222 Torsional damping of driven plate

Crankshaft torsional vibration (Fig. 2.6) Engine crankshafts are subjected to torsional wind-up and vibration at certain speeds due to the power impulses. Superimposed onto some steady mean rotational speed of the crankshaft will be additional fluctuating torques which will accelerate and decelerate the crankshaft, particularly at the front pulley

Fig. 2.5 Characteristics of driven plate axial clamping load to deflection take-up
Fig. 2.6 Characteristics of crankshaft torsional vibrations undamped and damped

end and to a lesser extent the rear flywheel end (Fig. 2.6). If the flywheel end of the crankshaft were allowed to twist in one direction and then the other while rotating at certain critical speeds, the oscillating angular movements would take up the backlash between meshing gear teeth in the transmission system. Consequently, the teeth of the driving gears would be moving between the drive (pressure side) and non-drive tooth profiles of the driven gears. This would result in repeated shockloads imposed on the gear teeth, wear, and noise in the form of gear clatter. To overcome the effects of crankshaft torsional vibrations a torsion damping device is normally incorporated within the driven plate hub assembly which will now be described and explained.

Construction and operation of torsional damper springs (Figs 2.2, 2.3 and 2.7) To transmit torque more smoothly and progressively during take-up of normal driving and to reduce torsional oscillations being transmitted from the crankshaft to the transmission, compressed springs are generally arranged circumferentially around the hub of the driven plate (Figs 2.2 and 2.3). These springs are inserted in elongated slots formed in both the flange of the splined hub and the side plates which enclose the hub's flange (Fig. 2.3). These side plates are riveted together by either three or six rivet posts which pass through the flanged hub limit slots. This thus provides a degree of relative angular movement between hub and side plates. The ends of the helical coil springs bear against both central hub flange and the side plates. Engine torque is therefore transmitted from the friction face linings and side plates through the springs to the hub flange, so that any fluctuation of torque will cause the springs to compress and rebound accordingly.

Multistage driven plate torsional spring dampers may be incorporated by using a range of different springs having various stiffnesses and spring location slots of different lengths to produce a variety of parabolic torsional load-deflection characteristics (Fig. 2.7) to suit specific vehicle applications.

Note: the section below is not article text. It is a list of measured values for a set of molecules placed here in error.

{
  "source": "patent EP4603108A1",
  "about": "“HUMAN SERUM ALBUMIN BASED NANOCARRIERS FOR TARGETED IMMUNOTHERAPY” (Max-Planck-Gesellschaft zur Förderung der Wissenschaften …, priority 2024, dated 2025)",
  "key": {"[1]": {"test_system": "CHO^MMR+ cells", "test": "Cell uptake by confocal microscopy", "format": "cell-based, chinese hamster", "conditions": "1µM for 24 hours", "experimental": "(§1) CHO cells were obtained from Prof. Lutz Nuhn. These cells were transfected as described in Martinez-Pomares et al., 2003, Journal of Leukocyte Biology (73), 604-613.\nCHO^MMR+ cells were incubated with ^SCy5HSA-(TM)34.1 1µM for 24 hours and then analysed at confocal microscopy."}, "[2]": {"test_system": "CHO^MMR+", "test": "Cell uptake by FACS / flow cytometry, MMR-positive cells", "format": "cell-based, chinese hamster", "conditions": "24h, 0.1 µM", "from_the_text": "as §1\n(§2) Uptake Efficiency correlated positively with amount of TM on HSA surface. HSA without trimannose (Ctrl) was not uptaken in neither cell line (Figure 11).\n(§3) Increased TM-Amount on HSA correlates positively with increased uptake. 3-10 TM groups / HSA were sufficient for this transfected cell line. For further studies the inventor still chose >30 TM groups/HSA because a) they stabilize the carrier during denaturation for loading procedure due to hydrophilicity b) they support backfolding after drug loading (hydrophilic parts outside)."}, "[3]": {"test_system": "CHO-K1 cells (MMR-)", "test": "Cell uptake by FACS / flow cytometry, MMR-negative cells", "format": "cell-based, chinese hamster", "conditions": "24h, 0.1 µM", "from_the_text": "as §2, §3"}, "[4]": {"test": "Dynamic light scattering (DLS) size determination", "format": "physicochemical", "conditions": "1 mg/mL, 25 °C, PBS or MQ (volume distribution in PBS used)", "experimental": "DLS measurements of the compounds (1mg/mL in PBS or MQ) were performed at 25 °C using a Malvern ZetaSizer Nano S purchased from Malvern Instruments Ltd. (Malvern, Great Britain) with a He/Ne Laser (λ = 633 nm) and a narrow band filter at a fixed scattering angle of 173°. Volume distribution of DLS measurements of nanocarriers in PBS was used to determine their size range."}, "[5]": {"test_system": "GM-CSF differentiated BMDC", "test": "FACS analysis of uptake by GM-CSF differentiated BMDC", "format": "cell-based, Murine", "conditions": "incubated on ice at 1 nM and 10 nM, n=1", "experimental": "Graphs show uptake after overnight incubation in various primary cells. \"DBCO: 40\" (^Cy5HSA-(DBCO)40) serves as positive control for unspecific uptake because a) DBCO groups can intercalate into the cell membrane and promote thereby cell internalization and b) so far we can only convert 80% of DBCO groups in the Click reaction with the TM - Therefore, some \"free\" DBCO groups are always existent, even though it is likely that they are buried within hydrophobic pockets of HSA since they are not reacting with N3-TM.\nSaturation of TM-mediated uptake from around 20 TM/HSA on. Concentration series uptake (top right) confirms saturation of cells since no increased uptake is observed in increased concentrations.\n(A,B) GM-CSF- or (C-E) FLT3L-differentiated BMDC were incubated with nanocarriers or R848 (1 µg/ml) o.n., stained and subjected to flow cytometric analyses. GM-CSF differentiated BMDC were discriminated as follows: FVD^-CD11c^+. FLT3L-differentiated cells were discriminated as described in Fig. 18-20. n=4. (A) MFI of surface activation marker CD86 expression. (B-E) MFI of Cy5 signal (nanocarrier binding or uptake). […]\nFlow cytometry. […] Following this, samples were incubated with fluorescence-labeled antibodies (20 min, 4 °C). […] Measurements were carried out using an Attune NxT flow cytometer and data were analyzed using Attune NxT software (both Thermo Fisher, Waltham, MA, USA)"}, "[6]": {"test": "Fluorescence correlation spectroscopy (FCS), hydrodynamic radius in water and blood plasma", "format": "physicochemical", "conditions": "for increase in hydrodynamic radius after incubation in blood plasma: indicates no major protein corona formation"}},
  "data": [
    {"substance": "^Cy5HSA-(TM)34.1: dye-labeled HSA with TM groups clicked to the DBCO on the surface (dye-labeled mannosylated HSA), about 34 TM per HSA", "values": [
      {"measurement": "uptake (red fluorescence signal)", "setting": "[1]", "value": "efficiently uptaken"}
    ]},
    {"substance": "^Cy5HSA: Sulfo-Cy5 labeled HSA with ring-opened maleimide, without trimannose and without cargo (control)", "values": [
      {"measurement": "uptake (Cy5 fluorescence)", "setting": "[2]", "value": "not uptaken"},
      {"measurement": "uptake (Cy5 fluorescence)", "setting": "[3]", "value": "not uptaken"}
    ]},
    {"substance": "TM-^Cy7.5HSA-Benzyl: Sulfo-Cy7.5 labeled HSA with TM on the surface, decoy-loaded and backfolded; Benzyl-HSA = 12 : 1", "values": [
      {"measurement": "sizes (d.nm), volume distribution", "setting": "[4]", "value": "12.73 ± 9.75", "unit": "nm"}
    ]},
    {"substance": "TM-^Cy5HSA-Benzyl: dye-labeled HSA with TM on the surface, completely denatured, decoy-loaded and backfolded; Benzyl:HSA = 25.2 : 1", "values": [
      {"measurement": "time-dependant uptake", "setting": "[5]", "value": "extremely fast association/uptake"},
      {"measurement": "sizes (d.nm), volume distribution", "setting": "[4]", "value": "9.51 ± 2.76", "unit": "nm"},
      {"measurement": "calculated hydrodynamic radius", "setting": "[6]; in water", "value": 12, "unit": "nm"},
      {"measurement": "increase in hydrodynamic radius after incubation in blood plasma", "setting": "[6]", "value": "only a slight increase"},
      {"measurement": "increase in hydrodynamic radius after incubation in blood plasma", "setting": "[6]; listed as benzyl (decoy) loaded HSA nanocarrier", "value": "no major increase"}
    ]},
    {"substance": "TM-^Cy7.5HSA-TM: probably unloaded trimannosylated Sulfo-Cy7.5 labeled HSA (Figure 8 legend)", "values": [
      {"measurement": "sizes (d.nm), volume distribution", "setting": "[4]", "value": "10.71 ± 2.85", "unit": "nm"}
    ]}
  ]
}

The amount of torsional deflection necessary varies for each particular application. For example, with a front mounted engine and rear wheel drive vehicle, a moderate driven plate angular movement is necessary, say six degrees, since the normal transmission elastic wind-up is almost adequate, but with an integral engine, gearbox and final drive arrangement, the short transmission drive length necessitates considerably more relative angular deflection, say twelve degrees, within the driven plate hub assembly to produce the same quality of take-up.

Construction and operation of torsional damper washers (Figs 2.2, 2.3 and 2.8) The torsional energy created by the oscillating crankshaft is partially absorbed and damped by the friction washer clutch situated on either side of the hub flange (Figs 2.2 and 2.3). Axial damping load is achieved by a Belleville dished washer spring mounted between one of the side plates and a four lug thrust washer.

140 120 100 SO 60 40 20

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S. i 1

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Angular deflection (deg)

Angular deflection (deg)

Fig. 2.7 Characteristics of driven plate torsional spring torques to deflection take-up

The outer diameter of this dished spring presses against the side plate and the inner diameter pushes onto the lugged thrust washer. In its free state the Belleville spring is conical in shape but when assembled it is compressed almost flat. As the friction washers wear, the dished spring cone angle increases. This exerts a greater axial thrust, but since the distance between the side plate and lugged thrust washer has increased, the resultant clamping thrust remains almost constant (Fig. 2.8).

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